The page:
Team Canada scored three goals in 147 seconds in the first period en route to a 4-2 win over Russia in the gold medal game in Leksand, Sweden at the 2007 World Junior Championships. In doing so, the Canadians won their third straight Under-20 gold medal.
The Canadians got help from their forwards, but once again the key player was Carey Price (MTL) who was outstanding at the right times.
Another key player for Canada was Jonathan Toews (CHI), who was named the best player for his team. Pavel Valentenko (MTL) earned the award for Russia.
Credit must be given to Team Russia who didn’t give up and came back from a 4-0 score. In the third period, they outshot Canada 10-3.
As soon as the game started, the players of both teams showed a lot of intensity. In the stands, the crowd, composed largely of Canadians fans, cheered loudly. The drum in the stands behind the Russian net rolled hard and gave the beat to the cheering.
In the seventh minute, during a penalty to Gennady Churilov, Sam Gagner (2007) missed an open net while he could not get to the loose puck close to the goal crease.
Two minutes later, Price was brilliant in a dangerous shot from the slot by an opponent.
In the first 15 minutes of the period, Semen Varlamov (WSH) was tested a few times but kept the Canadians off the scoreboard.
But Varlamov could do nothing at 15:35 on a shot from Andrew Cogliano (EDM) who received a pass from Ryan O’Marra (NYI). Marc Staal (NYR) had started the play close to the red line and set O’Marra. The Canadian fans cheered so loudly that it seemed the game was played in Canada.
Less than two minutes later, Bryan Little (ATL) increased the Canadian lead to two goals on a power-play situation. Little used a backhand shot from the dangerous zone. Varlamov saw nothing on the play. Kristopher Letang (PIT) set up the play from the blue line.
The Russians were shaken, to say the least. But the nightmare was not over for them.
Twenty seconds later, Valentenko took a bad penalty for high sticking. Jonathan Toews (CHI) scored on a high wrist shot (his preferred one) on a play set by Steve Downie (PHI). Cody Franson (NSH) also assisted on the play.
The period ended on this score. It was only the first period, but the game was virtually over.
Early in the second period, the Russians had two opportunities to get back in the game with two power plays, but they couldn’t organize any sort of threat. Ten seconds after the second penalty has ended, Brad Marchand (BOS) deflected a superb pass from Toews for a goal. That put the score at 4-0. Just before Toews received the puck, Valentenko made a huge hit on Downie that almost sent him off the ice.
At 11:21, Valentenko broke the shutout for Russia with a wrist shot from the point on a power play.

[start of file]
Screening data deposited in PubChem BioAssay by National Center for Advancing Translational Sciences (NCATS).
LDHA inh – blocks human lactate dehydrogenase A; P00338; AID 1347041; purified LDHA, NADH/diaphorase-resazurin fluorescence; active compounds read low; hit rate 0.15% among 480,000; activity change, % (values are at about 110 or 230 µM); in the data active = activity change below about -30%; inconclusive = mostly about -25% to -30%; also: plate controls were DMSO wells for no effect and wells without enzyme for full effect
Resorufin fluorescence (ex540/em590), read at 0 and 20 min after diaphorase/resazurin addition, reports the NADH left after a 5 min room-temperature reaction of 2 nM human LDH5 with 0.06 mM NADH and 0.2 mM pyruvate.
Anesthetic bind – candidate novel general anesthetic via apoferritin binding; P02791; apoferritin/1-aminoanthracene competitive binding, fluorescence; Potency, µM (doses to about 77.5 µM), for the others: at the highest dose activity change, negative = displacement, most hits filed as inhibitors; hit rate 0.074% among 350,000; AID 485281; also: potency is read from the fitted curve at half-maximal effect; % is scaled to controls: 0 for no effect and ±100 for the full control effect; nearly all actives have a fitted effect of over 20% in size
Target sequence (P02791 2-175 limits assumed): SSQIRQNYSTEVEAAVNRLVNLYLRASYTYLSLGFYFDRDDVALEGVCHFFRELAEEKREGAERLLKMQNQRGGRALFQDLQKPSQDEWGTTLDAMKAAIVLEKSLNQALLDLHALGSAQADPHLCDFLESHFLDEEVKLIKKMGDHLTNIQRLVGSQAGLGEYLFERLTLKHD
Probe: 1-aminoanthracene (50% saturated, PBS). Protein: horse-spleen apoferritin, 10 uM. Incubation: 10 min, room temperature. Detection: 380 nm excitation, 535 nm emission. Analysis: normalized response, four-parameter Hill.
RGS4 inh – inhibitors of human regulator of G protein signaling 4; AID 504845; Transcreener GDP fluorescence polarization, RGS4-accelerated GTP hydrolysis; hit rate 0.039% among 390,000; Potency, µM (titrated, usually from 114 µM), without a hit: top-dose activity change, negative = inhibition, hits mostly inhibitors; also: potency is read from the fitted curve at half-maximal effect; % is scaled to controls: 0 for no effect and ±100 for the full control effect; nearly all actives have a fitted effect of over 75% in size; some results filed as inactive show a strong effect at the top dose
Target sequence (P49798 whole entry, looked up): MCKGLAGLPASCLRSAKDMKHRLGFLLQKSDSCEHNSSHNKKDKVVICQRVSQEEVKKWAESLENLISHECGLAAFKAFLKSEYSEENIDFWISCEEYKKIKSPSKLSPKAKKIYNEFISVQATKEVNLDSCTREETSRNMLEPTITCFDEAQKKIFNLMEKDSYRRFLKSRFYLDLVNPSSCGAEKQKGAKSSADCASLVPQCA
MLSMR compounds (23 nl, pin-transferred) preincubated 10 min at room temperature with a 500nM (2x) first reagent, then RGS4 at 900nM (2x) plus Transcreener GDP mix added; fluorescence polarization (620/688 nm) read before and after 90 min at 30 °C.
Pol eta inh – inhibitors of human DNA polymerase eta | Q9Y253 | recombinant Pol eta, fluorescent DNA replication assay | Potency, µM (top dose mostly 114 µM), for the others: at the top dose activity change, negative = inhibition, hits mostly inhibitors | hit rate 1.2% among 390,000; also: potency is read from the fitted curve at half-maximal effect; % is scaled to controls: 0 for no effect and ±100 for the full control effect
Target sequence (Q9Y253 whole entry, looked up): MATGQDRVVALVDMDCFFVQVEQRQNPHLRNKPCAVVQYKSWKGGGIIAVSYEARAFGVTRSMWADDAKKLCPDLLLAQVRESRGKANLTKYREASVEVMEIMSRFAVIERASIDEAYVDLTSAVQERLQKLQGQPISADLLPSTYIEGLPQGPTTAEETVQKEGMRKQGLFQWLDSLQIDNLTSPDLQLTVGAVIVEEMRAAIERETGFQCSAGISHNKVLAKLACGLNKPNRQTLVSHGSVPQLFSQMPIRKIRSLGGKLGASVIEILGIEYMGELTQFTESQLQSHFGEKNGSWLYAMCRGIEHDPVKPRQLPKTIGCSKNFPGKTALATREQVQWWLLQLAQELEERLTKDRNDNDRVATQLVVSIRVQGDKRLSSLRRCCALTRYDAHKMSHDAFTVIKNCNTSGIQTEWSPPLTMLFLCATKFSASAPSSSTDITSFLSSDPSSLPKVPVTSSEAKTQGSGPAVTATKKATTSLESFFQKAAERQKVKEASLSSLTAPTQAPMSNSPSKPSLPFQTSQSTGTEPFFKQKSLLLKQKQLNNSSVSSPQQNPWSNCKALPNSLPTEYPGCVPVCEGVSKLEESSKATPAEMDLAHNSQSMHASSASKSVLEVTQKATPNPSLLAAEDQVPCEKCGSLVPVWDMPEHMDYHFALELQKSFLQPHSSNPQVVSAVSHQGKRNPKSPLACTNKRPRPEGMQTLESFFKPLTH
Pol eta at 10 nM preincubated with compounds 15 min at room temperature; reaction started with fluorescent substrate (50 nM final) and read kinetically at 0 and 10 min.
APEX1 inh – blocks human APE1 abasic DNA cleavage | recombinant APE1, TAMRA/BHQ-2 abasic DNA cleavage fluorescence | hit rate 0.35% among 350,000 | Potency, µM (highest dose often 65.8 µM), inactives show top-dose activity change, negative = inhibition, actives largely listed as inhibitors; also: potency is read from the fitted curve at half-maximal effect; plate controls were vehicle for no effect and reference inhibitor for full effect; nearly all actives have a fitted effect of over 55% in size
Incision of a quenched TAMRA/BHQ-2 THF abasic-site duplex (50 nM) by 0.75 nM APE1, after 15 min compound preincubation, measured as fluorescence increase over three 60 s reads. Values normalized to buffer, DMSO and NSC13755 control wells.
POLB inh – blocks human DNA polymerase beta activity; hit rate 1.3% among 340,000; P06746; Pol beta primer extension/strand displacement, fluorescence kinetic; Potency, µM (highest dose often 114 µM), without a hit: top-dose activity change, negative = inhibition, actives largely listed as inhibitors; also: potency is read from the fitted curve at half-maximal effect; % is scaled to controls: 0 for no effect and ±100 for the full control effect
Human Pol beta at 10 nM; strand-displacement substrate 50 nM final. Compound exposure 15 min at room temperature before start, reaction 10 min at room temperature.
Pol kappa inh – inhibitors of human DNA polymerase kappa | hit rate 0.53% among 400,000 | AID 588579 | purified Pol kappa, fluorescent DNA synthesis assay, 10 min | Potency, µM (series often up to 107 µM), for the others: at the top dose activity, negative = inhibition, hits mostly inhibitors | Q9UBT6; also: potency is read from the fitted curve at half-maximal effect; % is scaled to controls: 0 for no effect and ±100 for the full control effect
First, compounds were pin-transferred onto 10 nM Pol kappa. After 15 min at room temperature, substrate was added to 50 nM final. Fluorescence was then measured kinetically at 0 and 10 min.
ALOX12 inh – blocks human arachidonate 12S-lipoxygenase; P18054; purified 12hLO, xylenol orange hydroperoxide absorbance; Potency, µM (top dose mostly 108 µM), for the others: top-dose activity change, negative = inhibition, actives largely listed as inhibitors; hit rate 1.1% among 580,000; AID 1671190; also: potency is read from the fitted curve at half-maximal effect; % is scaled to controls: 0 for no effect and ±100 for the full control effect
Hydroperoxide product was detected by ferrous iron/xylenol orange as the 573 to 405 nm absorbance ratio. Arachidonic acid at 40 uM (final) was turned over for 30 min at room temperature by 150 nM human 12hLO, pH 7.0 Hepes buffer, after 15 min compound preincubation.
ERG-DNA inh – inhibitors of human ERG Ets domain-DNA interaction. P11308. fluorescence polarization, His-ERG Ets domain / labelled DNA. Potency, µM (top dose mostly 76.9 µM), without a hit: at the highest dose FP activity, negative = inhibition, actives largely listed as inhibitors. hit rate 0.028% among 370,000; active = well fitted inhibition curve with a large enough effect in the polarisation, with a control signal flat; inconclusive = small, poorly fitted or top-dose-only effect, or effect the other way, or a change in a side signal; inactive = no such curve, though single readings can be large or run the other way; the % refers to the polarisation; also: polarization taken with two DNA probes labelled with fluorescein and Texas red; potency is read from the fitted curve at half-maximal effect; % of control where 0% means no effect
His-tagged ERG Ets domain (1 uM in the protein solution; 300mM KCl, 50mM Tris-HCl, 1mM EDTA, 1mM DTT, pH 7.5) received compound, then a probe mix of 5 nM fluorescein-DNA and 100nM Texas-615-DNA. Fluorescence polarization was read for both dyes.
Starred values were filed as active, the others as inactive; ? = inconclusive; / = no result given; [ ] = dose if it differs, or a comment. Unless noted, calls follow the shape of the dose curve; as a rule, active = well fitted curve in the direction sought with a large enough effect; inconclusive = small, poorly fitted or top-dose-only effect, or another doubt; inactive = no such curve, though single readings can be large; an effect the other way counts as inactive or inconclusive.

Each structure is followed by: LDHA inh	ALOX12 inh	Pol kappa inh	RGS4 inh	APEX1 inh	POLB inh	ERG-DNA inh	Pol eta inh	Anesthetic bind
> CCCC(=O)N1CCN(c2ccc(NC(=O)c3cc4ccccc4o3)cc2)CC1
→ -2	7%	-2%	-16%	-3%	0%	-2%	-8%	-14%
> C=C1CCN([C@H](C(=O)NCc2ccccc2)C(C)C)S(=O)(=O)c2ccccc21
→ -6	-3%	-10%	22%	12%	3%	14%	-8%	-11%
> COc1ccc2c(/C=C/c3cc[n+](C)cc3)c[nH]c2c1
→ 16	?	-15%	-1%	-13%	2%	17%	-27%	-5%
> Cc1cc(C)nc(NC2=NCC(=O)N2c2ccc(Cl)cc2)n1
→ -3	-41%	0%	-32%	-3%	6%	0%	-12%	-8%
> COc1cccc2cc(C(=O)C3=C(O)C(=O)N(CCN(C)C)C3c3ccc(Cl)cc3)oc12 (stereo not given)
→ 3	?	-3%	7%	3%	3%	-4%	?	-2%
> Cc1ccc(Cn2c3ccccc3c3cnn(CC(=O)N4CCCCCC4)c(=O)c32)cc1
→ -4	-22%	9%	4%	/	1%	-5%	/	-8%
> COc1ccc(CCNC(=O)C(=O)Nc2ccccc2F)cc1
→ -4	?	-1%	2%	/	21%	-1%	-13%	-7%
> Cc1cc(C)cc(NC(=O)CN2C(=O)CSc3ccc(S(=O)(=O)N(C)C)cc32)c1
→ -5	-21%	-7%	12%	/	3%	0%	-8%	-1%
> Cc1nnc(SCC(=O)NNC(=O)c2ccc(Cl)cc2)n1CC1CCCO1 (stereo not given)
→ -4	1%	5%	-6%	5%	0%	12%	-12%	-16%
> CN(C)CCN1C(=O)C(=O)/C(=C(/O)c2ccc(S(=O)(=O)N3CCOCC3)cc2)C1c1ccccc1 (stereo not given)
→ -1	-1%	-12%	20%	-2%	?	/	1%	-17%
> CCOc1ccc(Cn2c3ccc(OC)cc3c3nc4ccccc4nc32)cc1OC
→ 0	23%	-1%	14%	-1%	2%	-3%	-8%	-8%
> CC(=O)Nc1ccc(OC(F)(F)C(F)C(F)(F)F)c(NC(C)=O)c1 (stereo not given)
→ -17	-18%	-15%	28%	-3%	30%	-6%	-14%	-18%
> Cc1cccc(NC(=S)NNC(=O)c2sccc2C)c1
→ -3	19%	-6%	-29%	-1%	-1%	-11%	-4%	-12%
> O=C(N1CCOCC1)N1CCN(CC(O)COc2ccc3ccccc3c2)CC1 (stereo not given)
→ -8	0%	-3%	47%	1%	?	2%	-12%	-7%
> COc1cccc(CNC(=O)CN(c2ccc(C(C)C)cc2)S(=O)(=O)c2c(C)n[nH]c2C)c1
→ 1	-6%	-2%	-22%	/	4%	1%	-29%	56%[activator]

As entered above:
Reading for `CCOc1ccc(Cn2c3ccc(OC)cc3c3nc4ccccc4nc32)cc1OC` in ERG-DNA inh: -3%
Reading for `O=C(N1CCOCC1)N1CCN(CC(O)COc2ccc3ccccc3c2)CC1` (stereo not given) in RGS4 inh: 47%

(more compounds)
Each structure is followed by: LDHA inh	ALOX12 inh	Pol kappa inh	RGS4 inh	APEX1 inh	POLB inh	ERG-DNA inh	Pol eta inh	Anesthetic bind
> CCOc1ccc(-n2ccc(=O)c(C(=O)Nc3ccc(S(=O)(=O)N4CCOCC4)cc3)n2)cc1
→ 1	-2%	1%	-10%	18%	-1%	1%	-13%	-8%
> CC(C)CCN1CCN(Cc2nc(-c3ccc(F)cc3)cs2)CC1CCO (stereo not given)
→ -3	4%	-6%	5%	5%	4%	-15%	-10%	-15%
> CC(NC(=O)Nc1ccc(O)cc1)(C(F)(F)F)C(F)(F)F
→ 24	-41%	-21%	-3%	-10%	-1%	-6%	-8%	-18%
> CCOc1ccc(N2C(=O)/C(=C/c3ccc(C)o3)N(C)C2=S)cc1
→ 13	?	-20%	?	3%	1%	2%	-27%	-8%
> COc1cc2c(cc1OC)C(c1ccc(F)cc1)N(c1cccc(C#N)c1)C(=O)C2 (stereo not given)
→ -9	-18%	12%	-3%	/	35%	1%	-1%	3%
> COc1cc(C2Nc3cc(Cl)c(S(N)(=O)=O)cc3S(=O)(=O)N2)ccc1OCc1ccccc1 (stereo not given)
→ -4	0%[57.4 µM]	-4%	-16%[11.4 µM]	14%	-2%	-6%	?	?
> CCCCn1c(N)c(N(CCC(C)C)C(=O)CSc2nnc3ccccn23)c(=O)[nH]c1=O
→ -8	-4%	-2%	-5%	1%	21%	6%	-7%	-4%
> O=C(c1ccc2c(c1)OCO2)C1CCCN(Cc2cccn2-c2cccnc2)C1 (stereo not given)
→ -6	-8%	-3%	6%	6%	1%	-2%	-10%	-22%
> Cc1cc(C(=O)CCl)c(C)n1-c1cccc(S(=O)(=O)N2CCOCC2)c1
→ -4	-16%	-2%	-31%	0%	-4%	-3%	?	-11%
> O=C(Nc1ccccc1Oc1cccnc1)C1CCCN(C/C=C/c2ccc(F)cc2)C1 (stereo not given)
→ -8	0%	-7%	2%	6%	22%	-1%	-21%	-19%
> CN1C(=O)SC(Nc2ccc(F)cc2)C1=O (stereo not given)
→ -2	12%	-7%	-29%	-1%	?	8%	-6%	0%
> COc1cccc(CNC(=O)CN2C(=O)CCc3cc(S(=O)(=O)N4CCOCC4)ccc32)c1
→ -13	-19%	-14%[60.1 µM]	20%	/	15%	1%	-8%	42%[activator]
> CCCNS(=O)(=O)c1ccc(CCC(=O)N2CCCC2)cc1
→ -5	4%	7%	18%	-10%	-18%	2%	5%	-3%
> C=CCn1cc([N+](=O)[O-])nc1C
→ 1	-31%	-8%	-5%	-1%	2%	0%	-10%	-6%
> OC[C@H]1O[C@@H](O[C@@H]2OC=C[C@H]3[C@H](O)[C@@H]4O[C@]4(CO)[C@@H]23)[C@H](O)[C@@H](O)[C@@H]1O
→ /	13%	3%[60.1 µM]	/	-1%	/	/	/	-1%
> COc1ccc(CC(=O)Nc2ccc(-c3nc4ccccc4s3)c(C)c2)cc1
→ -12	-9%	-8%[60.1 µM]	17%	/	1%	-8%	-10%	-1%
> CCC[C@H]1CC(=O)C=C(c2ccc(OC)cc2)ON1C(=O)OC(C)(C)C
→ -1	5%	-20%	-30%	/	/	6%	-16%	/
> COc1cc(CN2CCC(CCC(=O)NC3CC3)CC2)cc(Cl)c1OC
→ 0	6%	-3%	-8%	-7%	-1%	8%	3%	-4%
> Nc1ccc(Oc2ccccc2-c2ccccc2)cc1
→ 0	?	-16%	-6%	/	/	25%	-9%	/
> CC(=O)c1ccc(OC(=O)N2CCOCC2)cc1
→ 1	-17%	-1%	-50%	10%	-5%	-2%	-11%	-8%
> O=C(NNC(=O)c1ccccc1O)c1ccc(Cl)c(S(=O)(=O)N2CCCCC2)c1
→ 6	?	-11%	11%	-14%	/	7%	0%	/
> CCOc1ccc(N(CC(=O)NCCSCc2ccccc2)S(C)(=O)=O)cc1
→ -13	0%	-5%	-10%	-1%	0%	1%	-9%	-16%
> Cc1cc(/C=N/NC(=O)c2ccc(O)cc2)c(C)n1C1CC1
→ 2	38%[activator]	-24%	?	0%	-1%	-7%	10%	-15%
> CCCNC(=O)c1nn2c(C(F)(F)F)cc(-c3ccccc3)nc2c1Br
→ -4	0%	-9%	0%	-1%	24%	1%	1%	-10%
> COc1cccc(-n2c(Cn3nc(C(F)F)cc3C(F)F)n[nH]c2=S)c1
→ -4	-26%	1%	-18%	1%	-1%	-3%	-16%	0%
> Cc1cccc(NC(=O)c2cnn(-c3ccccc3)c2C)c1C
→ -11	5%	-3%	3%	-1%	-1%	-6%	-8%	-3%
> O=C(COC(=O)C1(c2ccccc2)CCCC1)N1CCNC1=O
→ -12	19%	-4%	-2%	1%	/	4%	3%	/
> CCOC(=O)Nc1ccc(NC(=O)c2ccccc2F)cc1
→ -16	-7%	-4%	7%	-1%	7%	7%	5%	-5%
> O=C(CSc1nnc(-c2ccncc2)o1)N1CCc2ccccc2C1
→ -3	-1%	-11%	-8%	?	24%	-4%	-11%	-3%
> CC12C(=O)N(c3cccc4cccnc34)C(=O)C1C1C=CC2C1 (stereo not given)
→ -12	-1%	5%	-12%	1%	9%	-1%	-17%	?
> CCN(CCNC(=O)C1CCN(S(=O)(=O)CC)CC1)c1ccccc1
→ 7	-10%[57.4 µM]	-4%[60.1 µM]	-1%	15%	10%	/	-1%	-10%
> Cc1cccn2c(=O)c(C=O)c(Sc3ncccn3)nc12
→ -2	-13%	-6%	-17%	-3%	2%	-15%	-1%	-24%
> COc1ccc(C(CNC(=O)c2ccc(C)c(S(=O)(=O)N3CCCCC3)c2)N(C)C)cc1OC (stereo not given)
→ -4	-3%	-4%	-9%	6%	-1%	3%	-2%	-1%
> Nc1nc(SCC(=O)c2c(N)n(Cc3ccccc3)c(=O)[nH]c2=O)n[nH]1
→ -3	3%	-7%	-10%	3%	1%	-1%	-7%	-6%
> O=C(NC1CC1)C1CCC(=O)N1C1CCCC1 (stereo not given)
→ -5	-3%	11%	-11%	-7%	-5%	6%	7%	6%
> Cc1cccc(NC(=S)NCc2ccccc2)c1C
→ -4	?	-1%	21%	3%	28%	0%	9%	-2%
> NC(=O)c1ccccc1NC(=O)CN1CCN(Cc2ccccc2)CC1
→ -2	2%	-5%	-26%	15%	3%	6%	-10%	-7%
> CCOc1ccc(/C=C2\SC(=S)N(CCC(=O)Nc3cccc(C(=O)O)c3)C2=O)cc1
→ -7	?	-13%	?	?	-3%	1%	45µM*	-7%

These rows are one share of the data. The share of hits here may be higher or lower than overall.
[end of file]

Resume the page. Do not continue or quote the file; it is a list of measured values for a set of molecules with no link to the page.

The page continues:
In the 16th minute, Price simply stole a goal from an opponent who had an open net on a Russian power play.
Before the period ended, Churilov scored from a difficult angle from a pass from Alexander Loginov on the power play.
In the third period, while Russians were down two men, Anton Krysanov (PHX) had a clear breakaway from the blue line. But once again, Price was there. In the eighth minute of the third, Russia threatened the Canadians on a power play, but Price stopped a dangerous point shot.
The Russians then had three power plays but could not get a point.
“We worked very hard tonight, we wanted to play our game, we did it,” commented Letang after the game. “I do not realize it yet,” he added, referring to the gold.
The Canadian assistant coach Clement Jodoin pointed out that Canada won because of the excellent work of Price. “But our defensive corps made a huge work all the tournament long and tonight, our forwards also contributed.”
Head Coach Craig Hartsburg was with Team Canada in the Canada Cup in 1981 and 1987, the one that ended on the famous goal by Mario Lemieux. “It is a different feeling than in 1987,” he said, “this one is with and for the kids, it’s quite special.”
USA wins the bronze
In the bronze medal game, played earlier, USA won defeated Sweden 2-1. Pat Kane (2007) and Erik Johnson (STL) scored for USA. Patrick Zackrisson scored for Sweden.
Kane and E. Johnson had a tremendous tournament for USA.
“We feel a lot better now with that bronze medal,” commented Erik Johnson after the game. “We didn’t have a good start, we lost a pretty tight game against Canada, we were down then but we came back today and it is a relief to bring back home the bronze.”
“The shootout is correct, in my opinion, during the regular seasons of the NHL, but it should not be used in a deciding game of the WJC,” stated Johnson.
“I will now go back to the University of Minnesota and see at the end of the season what I’m going to do next year. If the Blues offer me a contract, sure, I will look at it.”
The Media All-Star Team:
Carey Prince, Erik Johnson, Kristopher Letang, Alexey Cherepanov and Patrick Kane
The Directorate Best Player Awards are:
Carey Price (Best goaltender), Erik Johnson (Best defenseman) and Alexey Cherepanov (Best forward).
– There are 441,307 junior players registered in Canada compared to 52,171 in Russia.
– Russia and Canada met 30 times in past WJCs. Canada leads with 17 wins, 11 losses and 2 ties.
– This is the sixth year in a row in which Canada made the gold medal game.
– Before the game, Price led the tournament with a .967 save percentage. Varlamov was second with .953.
– This is the third year in a row, and the fifth time in the last six years, that Canada and Russia met in the final WJC game.
Copyright 2007 Hockey’s Future. Do not reprint or otherwise duplicate without permission of the editorial staff.